Severe sepsis and septic shock have a mortality rate of 20-40% in the setting of optimal resuscitation in wealthy countries and are responsible for the loss of millions of health dollars and tens of thousands of lives every year. Antibiotic intervention remains one of the most powerful and cost-effective interventions in medicine, but is under severe threat from antibiotic resistance. The poor economics for antibiotic development by pharmaceutical companies, coupled with difficulties in identifying new drug targets has limited the development of novel therapies for bacterial infections.
The Bioplatforms Australia Antibiotic Resistant Pathogens Framework Data Initiative is a collaborative effort with key Australian universities, research institutes and Bioplatforms facilities to find common targets for therapeutic intervention among sepsis-causing pathogens. The consortium took on the challenging task of producing and integrating multi-omics datasets generated from key clinical sepsis pathogens from Australia and globally.
Cholesterol acquisition was observed across all pathogens as a response to the host immune system. Pathogen specific observations include changes in carbohydrate, organic acid and protein. Collectively these results suggest possible new pathways for targeting sepsis infection, thus reducing the reliance on antimicrobials. It is anticipated this rich data resource will be mined by researchers to support discovery and translational research in tackling the global challenge in the rise of antimicrobial resistance. This dataset will also be a useful resource for establishing new bioinformatics pipelines to help further multi-omics research in understanding complex biological systems.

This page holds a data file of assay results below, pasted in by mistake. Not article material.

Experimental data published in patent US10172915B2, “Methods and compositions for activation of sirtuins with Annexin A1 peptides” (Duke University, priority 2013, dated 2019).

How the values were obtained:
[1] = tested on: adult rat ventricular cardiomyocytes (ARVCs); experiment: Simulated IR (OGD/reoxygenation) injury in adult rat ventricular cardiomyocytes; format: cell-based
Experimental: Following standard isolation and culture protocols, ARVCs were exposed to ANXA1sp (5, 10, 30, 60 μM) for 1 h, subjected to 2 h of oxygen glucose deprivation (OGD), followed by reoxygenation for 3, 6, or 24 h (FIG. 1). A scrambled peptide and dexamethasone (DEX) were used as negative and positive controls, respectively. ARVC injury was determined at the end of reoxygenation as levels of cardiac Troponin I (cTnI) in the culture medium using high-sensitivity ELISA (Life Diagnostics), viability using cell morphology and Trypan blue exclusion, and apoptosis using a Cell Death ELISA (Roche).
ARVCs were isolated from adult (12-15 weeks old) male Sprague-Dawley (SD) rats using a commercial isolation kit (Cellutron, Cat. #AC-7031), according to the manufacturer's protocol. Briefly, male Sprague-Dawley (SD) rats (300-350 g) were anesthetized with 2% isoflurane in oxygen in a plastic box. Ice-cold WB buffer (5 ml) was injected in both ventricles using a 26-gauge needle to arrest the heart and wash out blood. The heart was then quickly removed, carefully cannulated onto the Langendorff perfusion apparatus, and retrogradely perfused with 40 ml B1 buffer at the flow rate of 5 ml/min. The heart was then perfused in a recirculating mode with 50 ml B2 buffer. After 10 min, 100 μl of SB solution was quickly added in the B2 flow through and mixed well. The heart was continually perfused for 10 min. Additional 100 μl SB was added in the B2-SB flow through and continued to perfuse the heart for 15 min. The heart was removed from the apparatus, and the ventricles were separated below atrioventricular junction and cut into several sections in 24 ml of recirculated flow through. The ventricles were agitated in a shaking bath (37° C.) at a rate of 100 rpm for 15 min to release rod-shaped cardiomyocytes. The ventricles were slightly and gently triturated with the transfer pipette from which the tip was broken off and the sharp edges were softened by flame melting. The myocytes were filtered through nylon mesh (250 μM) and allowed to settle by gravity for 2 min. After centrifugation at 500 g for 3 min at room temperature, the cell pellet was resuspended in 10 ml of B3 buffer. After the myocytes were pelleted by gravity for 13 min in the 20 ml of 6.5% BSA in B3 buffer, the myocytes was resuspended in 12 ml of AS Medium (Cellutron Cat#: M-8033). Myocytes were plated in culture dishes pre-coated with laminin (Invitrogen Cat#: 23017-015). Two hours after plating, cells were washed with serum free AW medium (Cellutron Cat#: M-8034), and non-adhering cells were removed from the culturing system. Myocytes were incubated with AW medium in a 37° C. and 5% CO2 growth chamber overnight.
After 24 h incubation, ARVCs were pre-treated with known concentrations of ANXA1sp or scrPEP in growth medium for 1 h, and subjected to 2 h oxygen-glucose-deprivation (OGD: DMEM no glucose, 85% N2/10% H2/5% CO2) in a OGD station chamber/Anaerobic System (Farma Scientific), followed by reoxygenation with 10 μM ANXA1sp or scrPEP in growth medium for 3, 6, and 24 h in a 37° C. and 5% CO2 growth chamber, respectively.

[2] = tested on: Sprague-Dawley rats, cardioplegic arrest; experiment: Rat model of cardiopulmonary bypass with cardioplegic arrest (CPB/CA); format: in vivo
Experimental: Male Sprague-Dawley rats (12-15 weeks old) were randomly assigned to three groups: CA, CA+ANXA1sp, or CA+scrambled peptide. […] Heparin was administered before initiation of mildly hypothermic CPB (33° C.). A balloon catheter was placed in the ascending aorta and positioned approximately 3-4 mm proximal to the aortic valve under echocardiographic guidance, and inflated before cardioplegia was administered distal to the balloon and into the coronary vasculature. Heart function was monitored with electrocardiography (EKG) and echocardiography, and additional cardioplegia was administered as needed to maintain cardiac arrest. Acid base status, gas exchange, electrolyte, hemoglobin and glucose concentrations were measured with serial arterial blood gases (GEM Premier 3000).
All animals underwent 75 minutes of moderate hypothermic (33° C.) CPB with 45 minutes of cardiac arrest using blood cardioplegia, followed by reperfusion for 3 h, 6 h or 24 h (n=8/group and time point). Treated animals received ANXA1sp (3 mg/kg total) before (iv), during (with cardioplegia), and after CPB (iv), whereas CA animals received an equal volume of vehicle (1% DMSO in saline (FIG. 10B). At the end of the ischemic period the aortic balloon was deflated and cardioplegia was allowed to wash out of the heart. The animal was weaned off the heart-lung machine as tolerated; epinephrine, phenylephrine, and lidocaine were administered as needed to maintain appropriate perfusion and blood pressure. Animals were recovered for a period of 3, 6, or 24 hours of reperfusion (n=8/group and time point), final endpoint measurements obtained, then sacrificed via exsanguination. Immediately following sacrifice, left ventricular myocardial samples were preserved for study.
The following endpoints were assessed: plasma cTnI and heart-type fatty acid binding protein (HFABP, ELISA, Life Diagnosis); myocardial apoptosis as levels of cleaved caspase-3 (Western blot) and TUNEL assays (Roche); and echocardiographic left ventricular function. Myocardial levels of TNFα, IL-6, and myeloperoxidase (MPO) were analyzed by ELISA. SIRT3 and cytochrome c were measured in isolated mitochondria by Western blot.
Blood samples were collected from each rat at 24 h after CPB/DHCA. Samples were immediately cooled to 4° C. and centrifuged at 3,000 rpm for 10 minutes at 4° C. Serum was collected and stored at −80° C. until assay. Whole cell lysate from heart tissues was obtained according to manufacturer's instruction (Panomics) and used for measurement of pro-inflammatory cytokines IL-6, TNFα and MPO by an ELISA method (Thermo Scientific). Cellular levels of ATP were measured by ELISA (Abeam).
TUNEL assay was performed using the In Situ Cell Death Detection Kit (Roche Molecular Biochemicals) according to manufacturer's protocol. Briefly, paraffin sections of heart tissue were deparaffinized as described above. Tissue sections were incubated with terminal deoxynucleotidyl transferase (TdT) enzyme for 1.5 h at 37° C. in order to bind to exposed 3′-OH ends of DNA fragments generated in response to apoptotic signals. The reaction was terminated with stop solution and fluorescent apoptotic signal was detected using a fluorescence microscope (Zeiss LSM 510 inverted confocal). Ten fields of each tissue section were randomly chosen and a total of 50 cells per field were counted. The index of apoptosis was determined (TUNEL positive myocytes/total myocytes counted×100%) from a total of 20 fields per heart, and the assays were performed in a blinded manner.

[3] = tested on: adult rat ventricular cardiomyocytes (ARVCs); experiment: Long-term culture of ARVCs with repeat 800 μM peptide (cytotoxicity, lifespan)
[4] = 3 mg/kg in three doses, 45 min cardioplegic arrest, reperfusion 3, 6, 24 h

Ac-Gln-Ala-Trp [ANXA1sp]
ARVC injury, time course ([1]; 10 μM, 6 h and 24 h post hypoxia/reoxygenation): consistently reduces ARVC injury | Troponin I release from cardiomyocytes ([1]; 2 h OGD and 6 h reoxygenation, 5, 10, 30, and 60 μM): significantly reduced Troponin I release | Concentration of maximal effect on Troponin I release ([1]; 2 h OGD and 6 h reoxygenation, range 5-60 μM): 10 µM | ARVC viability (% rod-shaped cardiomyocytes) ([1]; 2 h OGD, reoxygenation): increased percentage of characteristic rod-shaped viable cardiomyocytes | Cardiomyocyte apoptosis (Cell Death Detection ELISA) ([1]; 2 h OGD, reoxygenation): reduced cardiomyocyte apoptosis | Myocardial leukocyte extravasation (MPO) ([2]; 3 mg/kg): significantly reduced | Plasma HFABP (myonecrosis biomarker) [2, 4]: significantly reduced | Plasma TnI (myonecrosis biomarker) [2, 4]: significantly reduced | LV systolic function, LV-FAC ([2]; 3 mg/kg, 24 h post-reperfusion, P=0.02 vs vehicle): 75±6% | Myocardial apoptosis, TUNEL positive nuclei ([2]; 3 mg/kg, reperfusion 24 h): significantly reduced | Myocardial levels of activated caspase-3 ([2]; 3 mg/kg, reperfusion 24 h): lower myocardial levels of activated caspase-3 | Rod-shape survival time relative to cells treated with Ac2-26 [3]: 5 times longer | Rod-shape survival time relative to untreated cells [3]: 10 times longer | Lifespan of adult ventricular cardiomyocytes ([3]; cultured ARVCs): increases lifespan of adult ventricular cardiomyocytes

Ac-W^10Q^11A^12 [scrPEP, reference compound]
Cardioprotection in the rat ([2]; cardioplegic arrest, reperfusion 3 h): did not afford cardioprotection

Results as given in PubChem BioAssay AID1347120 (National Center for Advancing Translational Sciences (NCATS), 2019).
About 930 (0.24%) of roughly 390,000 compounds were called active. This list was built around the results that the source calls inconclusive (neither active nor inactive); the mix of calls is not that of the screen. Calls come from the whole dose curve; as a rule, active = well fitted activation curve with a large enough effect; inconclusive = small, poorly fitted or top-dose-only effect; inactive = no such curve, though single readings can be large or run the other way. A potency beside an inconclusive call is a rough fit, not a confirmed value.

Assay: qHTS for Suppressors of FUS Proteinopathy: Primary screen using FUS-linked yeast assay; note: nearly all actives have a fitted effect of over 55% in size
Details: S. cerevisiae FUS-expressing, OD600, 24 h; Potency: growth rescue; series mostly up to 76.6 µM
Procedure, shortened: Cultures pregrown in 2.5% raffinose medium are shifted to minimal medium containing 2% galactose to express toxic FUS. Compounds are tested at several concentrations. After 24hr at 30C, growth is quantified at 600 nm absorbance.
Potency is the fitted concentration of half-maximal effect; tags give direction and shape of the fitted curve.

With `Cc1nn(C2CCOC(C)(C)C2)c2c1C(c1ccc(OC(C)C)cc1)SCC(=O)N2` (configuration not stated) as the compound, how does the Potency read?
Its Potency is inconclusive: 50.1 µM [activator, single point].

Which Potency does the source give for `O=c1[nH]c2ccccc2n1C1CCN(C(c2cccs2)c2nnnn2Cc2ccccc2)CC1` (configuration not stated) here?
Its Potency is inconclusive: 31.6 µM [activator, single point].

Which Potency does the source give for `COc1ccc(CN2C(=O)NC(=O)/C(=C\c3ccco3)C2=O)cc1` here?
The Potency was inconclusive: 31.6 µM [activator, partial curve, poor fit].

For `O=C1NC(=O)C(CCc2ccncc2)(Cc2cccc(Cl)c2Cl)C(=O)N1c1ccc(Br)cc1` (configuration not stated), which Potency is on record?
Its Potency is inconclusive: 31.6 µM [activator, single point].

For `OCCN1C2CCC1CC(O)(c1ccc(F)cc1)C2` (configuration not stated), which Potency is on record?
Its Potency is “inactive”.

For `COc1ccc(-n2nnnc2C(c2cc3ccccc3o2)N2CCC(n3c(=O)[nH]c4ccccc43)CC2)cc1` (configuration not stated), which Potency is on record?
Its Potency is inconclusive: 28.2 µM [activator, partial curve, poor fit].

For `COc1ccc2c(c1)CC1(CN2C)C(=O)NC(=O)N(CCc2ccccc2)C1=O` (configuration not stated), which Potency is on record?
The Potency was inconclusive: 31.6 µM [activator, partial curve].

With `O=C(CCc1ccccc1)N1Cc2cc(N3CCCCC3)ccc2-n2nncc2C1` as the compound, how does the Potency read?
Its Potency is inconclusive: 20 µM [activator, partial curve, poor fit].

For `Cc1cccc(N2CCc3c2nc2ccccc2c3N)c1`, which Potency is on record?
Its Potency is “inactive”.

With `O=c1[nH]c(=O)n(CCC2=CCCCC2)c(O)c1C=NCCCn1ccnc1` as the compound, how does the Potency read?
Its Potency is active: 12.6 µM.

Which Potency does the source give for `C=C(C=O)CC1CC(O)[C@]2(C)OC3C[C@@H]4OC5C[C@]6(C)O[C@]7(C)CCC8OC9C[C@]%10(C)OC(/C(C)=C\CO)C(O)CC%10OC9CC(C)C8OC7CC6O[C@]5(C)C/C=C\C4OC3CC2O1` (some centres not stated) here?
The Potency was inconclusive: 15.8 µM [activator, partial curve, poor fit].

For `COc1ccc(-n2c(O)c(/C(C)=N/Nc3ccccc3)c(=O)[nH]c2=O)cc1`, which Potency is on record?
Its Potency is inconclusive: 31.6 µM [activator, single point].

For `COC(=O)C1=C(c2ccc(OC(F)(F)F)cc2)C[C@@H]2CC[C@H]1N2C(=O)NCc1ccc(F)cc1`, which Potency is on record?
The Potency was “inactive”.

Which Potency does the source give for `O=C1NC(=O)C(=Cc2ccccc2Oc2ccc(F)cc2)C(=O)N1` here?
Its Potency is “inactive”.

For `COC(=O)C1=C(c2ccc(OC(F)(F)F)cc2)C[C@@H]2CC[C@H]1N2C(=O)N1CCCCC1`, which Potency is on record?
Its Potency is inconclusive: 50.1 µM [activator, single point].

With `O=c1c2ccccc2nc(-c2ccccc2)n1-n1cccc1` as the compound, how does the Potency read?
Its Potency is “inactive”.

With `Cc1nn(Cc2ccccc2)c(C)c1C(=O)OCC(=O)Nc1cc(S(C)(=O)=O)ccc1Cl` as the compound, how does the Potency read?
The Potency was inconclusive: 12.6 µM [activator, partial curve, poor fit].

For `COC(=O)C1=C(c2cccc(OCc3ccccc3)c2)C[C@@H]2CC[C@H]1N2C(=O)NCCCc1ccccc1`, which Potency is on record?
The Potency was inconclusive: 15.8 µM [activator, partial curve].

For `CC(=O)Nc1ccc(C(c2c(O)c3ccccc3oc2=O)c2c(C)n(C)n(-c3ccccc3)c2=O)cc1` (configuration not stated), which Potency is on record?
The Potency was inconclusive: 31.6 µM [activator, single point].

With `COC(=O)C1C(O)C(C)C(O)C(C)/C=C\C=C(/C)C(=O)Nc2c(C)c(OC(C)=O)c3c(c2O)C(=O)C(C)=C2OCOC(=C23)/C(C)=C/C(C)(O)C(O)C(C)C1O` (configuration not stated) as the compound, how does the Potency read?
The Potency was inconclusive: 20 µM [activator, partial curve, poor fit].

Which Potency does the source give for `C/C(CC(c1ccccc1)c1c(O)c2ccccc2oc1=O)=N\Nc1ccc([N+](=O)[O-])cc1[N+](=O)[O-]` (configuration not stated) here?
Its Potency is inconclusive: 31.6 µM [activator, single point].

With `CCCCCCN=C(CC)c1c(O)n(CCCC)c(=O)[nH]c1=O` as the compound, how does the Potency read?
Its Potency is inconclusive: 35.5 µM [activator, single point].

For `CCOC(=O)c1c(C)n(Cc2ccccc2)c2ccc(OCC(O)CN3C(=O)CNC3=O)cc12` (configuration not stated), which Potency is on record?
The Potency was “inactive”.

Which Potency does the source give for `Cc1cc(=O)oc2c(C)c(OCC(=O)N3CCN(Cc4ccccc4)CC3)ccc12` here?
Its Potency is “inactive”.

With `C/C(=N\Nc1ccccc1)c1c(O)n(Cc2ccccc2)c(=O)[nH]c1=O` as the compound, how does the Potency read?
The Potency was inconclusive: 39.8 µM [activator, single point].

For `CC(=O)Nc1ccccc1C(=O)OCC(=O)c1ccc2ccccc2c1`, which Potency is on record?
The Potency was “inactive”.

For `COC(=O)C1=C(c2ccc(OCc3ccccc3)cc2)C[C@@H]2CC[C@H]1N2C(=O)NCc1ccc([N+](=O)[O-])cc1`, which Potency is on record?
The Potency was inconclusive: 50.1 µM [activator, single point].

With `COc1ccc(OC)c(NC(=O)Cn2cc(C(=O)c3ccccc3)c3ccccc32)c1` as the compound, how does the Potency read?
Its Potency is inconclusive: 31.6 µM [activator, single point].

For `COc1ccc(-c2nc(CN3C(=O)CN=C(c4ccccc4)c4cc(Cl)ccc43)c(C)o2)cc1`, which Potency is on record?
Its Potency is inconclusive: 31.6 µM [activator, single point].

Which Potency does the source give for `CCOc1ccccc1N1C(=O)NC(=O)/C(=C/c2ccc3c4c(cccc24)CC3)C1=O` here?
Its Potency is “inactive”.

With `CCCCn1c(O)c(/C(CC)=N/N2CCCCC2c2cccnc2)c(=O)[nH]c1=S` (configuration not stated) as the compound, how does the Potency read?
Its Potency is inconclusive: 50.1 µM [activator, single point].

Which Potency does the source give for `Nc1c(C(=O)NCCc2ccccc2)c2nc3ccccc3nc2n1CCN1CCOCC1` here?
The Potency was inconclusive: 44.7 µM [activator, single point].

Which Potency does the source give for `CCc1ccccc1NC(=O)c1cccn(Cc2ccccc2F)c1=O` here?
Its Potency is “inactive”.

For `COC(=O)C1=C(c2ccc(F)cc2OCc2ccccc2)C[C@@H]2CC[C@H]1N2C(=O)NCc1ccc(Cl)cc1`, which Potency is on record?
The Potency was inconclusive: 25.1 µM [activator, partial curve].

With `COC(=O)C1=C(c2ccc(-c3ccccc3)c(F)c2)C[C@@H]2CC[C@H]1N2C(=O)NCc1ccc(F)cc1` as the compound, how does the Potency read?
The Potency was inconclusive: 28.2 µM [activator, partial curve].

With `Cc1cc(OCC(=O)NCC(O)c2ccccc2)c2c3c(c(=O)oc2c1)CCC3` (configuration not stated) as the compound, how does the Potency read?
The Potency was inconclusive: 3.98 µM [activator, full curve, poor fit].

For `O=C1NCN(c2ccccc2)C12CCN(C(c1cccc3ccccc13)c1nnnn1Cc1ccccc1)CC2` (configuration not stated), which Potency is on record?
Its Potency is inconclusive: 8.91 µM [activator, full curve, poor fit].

The key partners in this initiative include Bioplatforms Australia (enabled by NCRIS), the Peter Doherty Institute for Infection and Immunity, Charles Perkins Centre, Australian Infectious Diseases Research Centre, Institute for Molecular Bioscience, Bio21 Molecular Science and Biotechnology Institute, Centre for Infectious Diseases and Microbiology / Westmead Institute, Australian Institute for Microbiology and Infection, Centre to Impact AMR and Infection Program, Monash University, Centre for Clinical Research, Melbourne Bioinformatics, the Children’s Medical Research Institute (Bioinformatics Group), Sanger Institute and University of California.
Bioplatforms facilities who are partners in this collaborative effort include Ramaciotti Centre for Genomics, Australian Genome Research Facility (AGRF), Monash Proteomics and Metabolomics Facility (MPMF), Australian Proteome Analysis Facility (APAF) and Metabolomics Australia (MA), Bio21 Institute.
The open access resource from the initiative is now available from Nature Communications
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